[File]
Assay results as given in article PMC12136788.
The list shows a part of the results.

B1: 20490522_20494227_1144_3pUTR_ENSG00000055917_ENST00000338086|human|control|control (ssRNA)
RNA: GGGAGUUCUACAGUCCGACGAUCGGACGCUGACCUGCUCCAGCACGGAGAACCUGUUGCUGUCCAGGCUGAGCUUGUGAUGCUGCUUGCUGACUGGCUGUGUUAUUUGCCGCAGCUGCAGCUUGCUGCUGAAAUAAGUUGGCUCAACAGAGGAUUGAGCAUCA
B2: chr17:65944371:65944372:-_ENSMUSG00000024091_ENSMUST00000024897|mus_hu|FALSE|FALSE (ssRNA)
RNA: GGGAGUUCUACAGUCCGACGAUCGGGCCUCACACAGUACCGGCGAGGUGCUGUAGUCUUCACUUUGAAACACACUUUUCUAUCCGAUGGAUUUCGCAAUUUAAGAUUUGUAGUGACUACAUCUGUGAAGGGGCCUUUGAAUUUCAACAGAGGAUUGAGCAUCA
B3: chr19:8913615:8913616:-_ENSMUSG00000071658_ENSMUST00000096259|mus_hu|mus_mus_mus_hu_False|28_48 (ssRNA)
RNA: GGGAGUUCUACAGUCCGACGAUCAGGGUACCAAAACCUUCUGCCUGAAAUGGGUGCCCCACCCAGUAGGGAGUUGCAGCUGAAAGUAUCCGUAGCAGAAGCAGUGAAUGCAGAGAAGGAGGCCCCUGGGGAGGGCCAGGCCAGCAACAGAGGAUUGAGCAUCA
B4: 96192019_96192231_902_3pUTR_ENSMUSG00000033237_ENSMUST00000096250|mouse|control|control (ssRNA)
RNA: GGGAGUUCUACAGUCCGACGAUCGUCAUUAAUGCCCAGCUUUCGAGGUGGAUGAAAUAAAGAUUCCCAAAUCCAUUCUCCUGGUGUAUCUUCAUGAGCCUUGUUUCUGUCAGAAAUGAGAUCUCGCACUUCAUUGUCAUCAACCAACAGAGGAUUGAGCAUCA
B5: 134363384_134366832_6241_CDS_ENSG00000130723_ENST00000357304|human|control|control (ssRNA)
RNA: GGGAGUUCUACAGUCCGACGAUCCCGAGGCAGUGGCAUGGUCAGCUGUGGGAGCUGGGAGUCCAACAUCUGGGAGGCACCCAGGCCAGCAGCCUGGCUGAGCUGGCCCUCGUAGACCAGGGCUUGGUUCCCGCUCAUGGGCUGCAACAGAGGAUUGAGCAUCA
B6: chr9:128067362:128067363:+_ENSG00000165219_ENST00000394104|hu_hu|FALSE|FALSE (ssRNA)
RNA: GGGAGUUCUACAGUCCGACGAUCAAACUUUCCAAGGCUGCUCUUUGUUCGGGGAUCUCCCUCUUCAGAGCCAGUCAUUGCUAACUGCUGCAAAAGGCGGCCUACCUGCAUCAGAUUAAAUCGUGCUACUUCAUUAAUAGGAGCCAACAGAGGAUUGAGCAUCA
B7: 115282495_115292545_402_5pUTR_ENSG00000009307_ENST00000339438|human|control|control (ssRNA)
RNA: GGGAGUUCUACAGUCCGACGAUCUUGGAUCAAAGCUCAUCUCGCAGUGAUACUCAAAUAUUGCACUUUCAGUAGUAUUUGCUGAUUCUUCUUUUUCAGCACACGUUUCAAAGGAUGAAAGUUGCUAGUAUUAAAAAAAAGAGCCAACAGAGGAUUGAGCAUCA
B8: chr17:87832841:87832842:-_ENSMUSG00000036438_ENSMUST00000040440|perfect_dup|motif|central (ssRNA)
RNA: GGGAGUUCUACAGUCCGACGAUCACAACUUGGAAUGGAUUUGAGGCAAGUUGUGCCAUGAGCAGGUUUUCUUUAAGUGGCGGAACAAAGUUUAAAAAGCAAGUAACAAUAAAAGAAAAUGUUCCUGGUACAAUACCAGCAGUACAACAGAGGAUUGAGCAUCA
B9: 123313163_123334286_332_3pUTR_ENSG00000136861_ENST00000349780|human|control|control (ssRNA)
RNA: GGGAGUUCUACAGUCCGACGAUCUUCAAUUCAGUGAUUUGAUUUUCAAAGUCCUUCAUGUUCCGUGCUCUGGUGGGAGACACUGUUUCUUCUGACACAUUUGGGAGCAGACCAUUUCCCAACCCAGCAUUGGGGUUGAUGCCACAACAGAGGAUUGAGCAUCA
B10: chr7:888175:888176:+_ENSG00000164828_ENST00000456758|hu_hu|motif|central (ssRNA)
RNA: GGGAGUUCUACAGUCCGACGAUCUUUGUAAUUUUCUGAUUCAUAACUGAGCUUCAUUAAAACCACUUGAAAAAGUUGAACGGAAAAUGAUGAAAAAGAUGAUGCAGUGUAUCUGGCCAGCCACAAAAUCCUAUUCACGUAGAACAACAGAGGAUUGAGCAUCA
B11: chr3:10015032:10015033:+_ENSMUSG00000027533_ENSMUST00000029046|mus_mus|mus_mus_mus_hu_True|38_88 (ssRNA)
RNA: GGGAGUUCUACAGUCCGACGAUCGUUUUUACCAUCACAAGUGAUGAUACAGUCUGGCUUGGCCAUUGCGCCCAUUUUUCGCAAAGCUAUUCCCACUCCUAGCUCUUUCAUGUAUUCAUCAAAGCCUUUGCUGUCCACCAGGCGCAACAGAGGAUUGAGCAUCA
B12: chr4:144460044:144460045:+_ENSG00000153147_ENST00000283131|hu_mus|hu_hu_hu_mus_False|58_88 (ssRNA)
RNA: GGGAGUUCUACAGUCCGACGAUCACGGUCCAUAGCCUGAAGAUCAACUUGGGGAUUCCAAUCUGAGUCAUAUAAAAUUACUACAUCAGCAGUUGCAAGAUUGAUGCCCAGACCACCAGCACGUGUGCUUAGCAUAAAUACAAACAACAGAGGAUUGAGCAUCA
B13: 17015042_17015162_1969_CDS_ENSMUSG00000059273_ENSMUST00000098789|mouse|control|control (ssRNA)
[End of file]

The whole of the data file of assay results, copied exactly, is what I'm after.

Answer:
Assay results as given in article PMC12136788.
The list shows a part of the results.

B1: 20490522_20494227_1144_3pUTR_ENSG00000055917_ENST00000338086|human|control|control (ssRNA)
RNA: GGGAGUUCUACAGUCCGACGAUCGGACGCUGACCUGCUCCAGCACGGAGAACCUGUUGCUGUCCAGGCUGAGCUUGUGAUGCUGCUUGCUGACUGGCUGUGUUAUUUGCCGCAGCUGCAGCUUGCUGCUGAAAUAAGUUGGCUCAACAGAGGAUUGAGCAUCA
B2: chr17:65944371:65944372:-_ENSMUSG00000024091_ENSMUST00000024897|mus_hu|FALSE|FALSE (ssRNA)
RNA: GGGAGUUCUACAGUCCGACGAUCGGGCCUCACACAGUACCGGCGAGGUGCUGUAGUCUUCACUUUGAAACACACUUUUCUAUCCGAUGGAUUUCGCAAUUUAAGAUUUGUAGUGACUACAUCUGUGAAGGGGCCUUUGAAUUUCAACAGAGGAUUGAGCAUCA
B3: chr19:8913615:8913616:-_ENSMUSG00000071658_ENSMUST00000096259|mus_hu|mus_mus_mus_hu_False|28_48 (ssRNA)
RNA: GGGAGUUCUACAGUCCGACGAUCAGGGUACCAAAACCUUCUGCCUGAAAUGGGUGCCCCACCCAGUAGGGAGUUGCAGCUGAAAGUAUCCGUAGCAGAAGCAGUGAAUGCAGAGAAGGAGGCCCCUGGGGAGGGCCAGGCCAGCAACAGAGGAUUGAGCAUCA
B4: 96192019_96192231_902_3pUTR_ENSMUSG00000033237_ENSMUST00000096250|mouse|control|control (ssRNA)
RNA: GGGAGUUCUACAGUCCGACGAUCGUCAUUAAUGCCCAGCUUUCGAGGUGGAUGAAAUAAAGAUUCCCAAAUCCAUUCUCCUGGUGUAUCUUCAUGAGCCUUGUUUCUGUCAGAAAUGAGAUCUCGCACUUCAUUGUCAUCAACCAACAGAGGAUUGAGCAUCA
B5: 134363384_134366832_6241_CDS_ENSG00000130723_ENST00000357304|human|control|control (ssRNA)
RNA: GGGAGUUCUACAGUCCGACGAUCCCGAGGCAGUGGCAUGGUCAGCUGUGGGAGCUGGGAGUCCAACAUCUGGGAGGCACCCAGGCCAGCAGCCUGGCUGAGCUGGCCCUCGUAGACCAGGGCUUGGUUCCCGCUCAUGGGCUGCAACAGAGGAUUGAGCAUCA
B6: chr9:128067362:128067363:+_ENSG00000165219_ENST00000394104|hu_hu|FALSE|FALSE (ssRNA)
RNA: GGGAGUUCUACAGUCCGACGAUCAAACUUUCCAAGGCUGCUCUUUGUUCGGGGAUCUCCCUCUUCAGAGCCAGUCAUUGCUAACUGCUGCAAAAGGCGGCCUACCUGCAUCAGAUUAAAUCGUGCUACUUCAUUAAUAGGAGCCAACAGAGGAUUGAGCAUCA
B7: 115282495_115292545_402_5pUTR_ENSG00000009307_ENST00000339438|human|control|control (ssRNA)
RNA: GGGAGUUCUACAGUCCGACGAUCUUGGAUCAAAGCUCAUCUCGCAGUGAUACUCAAAUAUUGCACUUUCAGUAGUAUUUGCUGAUUCUUCUUUUUCAGCACACGUUUCAAAGGAUGAAAGUUGCUAGUAUUAAAAAAAAGAGCCAACAGAGGAUUGAGCAUCA
B8: chr17:87832841:87832842:-_ENSMUSG00000036438_ENSMUST00000040440|perfect_dup|motif|central (ssRNA)
RNA: GGGAGUUCUACAGUCCGACGAUCACAACUUGGAAUGGAUUUGAGGCAAGUUGUGCCAUGAGCAGGUUUUCUUUAAGUGGCGGAACAAAGUUUAAAAAGCAAGUAACAAUAAAAGAAAAUGUUCCUGGUACAAUACCAGCAGUACAACAGAGGAUUGAGCAUCA
B9: 123313163_123334286_332_3pUTR_ENSG00000136861_ENST00000349780|human|control|control (ssRNA)
RNA: GGGAGUUCUACAGUCCGACGAUCUUCAAUUCAGUGAUUUGAUUUUCAAAGUCCUUCAUGUUCCGUGCUCUGGUGGGAGACACUGUUUCUUCUGACACAUUUGGGAGCAGACCAUUUCCCAACCCAGCAUUGGGGUUGAUGCCACAACAGAGGAUUGAGCAUCA
B10: chr7:888175:888176:+_ENSG00000164828_ENST00000456758|hu_hu|motif|central (ssRNA)
RNA: GGGAGUUCUACAGUCCGACGAUCUUUGUAAUUUUCUGAUUCAUAACUGAGCUUCAUUAAAACCACUUGAAAAAGUUGAACGGAAAAUGAUGAAAAAGAUGAUGCAGUGUAUCUGGCCAGCCACAAAAUCCUAUUCACGUAGAACAACAGAGGAUUGAGCAUCA
B11: chr3:10015032:10015033:+_ENSMUSG00000027533_ENSMUST00000029046|mus_mus|mus_mus_mus_hu_True|38_88 (ssRNA)
RNA: GGGAGUUCUACAGUCCGACGAUCGUUUUUACCAUCACAAGUGAUGAUACAGUCUGGCUUGGCCAUUGCGCCCAUUUUUCGCAAAGCUAUUCCCACUCCUAGCUCUUUCAUGUAUUCAUCAAAGCCUUUGCUGUCCACCAGGCGCAACAGAGGAUUGAGCAUCA
B12: chr4:144460044:144460045:+_ENSG00000153147_ENST00000283131|hu_mus|hu_hu_hu_mus_False|58_88 (ssRNA)
RNA: GGGAGUUCUACAGUCCGACGAUCACGGUCCAUAGCCUGAAGAUCAACUUGGGGAUUCCAAUCUGAGUCAUAUAAAAUUACUACAUCAGCAGUUGCAAGAUUGAUGCCCAGACCACCAGCACGUGUGCUUAGCAUAAAUACAAACAACAGAGGAUUGAGCAUCA
B13: 17015042_17015162_1969_CDS_ENSMUSG00000059273_ENSMUST00000098789|mouse|control|control (ssRNA)